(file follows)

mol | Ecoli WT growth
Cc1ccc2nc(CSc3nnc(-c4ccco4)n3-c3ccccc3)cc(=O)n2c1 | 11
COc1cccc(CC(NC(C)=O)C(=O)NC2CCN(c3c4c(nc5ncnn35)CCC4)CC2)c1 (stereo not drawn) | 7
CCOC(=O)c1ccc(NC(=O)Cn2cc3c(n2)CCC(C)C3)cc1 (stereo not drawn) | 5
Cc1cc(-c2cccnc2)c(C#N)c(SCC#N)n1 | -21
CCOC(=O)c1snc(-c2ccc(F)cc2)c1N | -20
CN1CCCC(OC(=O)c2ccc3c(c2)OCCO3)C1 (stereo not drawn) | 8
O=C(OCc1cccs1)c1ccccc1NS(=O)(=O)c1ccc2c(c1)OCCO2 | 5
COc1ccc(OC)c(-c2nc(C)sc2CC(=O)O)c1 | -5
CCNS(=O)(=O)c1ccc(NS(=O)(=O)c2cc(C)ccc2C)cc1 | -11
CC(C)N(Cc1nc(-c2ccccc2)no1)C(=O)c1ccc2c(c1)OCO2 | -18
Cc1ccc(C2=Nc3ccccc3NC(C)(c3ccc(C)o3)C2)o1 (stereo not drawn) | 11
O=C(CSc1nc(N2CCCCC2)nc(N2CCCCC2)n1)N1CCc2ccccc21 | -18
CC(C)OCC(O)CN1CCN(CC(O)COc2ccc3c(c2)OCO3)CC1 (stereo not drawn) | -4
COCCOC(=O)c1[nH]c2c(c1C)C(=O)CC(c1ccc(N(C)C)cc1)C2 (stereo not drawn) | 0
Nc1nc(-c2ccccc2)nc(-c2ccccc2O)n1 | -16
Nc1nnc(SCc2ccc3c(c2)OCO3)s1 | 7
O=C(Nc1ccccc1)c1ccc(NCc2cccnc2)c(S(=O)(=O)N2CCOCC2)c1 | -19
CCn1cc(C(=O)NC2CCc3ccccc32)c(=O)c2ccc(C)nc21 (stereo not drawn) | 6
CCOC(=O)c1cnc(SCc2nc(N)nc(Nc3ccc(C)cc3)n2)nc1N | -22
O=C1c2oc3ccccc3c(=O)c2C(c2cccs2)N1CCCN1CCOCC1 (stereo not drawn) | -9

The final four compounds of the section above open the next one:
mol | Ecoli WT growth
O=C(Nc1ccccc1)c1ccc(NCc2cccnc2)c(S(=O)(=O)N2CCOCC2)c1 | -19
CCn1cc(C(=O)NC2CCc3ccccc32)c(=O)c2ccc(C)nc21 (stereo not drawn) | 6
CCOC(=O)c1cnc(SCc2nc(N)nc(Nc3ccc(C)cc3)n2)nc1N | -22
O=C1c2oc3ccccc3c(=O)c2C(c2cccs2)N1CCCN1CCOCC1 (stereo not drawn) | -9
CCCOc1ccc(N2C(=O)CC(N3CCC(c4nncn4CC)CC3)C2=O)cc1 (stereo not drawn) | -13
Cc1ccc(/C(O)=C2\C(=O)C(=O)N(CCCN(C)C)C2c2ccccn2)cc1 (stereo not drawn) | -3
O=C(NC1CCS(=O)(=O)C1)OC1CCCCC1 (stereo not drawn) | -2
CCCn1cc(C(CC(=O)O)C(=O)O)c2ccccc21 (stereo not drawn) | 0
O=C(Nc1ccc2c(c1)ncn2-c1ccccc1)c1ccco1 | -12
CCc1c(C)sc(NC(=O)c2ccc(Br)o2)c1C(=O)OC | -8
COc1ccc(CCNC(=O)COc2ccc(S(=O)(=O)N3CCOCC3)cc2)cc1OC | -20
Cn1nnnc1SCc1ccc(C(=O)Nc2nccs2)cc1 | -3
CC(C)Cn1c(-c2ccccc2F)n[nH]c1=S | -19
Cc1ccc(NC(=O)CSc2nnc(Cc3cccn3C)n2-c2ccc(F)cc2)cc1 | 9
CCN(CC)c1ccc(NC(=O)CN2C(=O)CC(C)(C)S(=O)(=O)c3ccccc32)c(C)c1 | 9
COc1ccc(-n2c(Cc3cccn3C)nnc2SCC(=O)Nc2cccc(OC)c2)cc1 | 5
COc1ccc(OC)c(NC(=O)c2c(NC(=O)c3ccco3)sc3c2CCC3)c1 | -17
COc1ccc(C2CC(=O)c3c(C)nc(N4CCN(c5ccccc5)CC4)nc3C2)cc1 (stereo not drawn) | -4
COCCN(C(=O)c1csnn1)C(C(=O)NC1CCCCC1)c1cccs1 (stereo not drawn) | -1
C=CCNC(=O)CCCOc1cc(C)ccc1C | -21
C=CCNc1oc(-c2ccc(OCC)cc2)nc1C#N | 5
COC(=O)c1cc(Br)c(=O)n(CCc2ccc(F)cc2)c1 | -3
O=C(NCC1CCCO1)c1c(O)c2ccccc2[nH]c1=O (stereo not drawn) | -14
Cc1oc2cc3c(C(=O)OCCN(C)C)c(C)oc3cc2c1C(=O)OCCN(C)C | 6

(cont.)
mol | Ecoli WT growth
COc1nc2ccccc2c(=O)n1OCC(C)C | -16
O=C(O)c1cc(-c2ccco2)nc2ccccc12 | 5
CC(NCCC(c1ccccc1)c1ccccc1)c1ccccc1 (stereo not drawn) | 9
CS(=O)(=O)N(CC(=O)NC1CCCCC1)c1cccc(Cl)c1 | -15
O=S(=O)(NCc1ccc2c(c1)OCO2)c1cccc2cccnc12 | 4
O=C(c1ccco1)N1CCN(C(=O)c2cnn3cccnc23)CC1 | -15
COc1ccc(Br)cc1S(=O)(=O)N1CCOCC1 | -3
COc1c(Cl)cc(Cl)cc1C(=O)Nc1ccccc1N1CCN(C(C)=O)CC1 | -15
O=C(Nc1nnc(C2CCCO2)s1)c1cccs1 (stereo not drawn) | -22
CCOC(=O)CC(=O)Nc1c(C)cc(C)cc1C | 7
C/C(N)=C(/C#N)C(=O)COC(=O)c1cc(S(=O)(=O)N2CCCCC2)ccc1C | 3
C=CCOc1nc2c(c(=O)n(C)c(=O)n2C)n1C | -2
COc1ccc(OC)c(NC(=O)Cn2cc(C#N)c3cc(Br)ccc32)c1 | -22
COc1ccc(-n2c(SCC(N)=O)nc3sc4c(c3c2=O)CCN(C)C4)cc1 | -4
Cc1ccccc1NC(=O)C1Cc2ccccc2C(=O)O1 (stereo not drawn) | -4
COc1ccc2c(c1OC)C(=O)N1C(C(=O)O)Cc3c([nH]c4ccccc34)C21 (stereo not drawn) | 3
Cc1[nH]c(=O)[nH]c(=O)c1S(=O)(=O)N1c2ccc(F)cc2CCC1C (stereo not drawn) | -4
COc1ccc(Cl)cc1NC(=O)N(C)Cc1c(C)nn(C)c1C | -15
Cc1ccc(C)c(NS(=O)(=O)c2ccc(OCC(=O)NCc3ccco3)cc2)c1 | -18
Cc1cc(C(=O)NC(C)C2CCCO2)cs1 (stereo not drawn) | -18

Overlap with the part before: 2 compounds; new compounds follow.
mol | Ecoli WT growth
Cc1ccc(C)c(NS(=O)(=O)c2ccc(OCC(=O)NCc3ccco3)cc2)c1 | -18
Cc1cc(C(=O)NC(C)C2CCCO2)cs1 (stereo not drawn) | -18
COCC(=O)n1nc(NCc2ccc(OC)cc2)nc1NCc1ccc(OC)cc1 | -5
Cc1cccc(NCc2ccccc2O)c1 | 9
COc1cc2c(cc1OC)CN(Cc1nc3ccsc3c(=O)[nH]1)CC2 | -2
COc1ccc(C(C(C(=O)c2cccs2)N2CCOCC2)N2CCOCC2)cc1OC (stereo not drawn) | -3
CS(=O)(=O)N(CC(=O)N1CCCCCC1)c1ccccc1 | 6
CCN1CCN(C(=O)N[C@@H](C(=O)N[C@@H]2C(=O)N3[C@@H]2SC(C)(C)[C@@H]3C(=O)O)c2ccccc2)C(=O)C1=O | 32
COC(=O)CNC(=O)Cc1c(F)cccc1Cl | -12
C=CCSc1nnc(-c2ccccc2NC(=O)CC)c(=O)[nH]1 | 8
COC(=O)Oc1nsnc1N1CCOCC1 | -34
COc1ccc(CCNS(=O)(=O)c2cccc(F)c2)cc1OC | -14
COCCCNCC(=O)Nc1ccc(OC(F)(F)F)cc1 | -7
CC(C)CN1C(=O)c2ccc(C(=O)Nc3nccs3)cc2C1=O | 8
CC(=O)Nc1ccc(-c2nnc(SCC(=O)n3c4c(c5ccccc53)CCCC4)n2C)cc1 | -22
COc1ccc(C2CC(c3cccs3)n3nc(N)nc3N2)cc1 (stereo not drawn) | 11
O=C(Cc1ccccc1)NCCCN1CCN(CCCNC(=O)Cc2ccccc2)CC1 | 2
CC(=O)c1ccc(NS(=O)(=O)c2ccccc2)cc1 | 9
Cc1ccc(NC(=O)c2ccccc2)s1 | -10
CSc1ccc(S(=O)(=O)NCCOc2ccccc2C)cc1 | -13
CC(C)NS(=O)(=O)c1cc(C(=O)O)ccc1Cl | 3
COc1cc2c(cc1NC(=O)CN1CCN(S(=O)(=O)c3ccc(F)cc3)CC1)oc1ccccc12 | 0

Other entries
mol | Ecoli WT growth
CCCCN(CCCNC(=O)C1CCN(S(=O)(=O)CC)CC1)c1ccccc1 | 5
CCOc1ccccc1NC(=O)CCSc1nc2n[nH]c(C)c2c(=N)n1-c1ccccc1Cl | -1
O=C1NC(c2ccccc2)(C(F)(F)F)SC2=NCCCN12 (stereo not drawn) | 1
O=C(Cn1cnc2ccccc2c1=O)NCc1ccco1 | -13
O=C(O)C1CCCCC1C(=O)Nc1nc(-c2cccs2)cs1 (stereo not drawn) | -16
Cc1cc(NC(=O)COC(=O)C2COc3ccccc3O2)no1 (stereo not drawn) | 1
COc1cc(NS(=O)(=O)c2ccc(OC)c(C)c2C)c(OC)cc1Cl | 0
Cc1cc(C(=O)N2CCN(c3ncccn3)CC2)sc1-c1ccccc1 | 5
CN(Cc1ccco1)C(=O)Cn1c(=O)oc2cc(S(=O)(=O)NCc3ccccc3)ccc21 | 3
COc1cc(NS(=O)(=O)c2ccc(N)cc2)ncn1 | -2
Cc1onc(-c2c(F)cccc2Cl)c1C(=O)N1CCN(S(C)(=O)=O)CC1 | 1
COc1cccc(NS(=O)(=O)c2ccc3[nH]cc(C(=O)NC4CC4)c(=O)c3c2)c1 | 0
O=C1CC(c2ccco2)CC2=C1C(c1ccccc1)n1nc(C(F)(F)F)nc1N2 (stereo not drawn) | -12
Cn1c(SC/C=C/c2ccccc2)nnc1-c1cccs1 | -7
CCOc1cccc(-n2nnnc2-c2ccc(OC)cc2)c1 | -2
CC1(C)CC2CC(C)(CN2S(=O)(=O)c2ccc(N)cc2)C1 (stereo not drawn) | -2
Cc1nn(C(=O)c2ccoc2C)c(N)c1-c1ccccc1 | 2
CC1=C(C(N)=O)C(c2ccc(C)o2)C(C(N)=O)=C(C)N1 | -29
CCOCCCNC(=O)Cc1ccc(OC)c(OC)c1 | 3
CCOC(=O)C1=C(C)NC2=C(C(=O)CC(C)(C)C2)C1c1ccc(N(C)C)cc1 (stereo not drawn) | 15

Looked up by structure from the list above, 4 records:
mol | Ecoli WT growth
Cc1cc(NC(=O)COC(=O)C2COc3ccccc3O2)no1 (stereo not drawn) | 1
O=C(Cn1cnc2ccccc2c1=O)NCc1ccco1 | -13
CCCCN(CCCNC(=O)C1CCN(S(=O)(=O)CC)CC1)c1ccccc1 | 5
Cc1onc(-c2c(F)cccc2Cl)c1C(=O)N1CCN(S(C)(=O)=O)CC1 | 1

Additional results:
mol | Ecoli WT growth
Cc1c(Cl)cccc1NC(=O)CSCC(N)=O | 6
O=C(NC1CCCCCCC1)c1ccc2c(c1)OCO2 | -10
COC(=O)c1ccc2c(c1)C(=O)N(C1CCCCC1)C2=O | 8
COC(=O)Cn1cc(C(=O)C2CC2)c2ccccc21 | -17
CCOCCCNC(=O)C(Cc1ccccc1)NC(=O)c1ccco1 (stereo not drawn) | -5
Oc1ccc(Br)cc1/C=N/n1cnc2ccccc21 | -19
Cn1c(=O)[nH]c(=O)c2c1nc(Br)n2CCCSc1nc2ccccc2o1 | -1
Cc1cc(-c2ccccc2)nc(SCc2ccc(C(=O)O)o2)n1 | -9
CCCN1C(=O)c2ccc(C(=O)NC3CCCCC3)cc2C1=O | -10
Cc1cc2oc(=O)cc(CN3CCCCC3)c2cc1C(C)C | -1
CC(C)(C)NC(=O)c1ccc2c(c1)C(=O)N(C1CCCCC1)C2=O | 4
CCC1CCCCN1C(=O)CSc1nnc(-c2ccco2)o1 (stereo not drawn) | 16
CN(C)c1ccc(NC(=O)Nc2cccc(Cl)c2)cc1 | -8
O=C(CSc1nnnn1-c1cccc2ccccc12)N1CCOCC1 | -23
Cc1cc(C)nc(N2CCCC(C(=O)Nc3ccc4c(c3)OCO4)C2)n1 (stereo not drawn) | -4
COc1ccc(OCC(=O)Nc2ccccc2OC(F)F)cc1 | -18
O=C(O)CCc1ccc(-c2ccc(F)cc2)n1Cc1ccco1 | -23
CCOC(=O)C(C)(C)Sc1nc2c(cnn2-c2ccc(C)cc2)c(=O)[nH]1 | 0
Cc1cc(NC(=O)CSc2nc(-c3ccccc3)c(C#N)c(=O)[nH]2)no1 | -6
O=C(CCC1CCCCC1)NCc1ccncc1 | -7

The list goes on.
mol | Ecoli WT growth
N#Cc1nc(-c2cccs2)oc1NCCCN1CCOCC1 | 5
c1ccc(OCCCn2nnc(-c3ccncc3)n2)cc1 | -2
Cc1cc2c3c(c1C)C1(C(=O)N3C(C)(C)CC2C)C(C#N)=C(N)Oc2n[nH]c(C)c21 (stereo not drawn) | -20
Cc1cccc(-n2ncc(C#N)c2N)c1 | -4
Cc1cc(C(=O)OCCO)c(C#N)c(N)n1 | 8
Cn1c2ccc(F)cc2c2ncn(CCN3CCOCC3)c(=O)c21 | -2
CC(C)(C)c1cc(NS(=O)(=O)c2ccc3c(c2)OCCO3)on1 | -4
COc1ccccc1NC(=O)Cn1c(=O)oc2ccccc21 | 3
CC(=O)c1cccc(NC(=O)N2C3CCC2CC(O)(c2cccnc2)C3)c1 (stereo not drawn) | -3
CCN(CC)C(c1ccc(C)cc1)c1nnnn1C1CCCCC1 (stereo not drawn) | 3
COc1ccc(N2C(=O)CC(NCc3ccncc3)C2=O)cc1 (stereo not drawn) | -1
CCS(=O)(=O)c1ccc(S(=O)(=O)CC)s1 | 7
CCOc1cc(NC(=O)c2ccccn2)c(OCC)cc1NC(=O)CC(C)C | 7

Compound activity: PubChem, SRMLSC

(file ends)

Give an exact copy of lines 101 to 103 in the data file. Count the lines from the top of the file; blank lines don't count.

Cc1cc(NC(=O)COC(=O)C2COc3ccccc3O2)no1 (stereo not drawn) | 1
COc1cc(NS(=O)(=O)c2ccc(OC)c(C)c2C)c(OC)cc1Cl | 0
Cc1cc(C(=O)N2CCN(c3ncccn3)CC2)sc1-c1ccccc1 | 5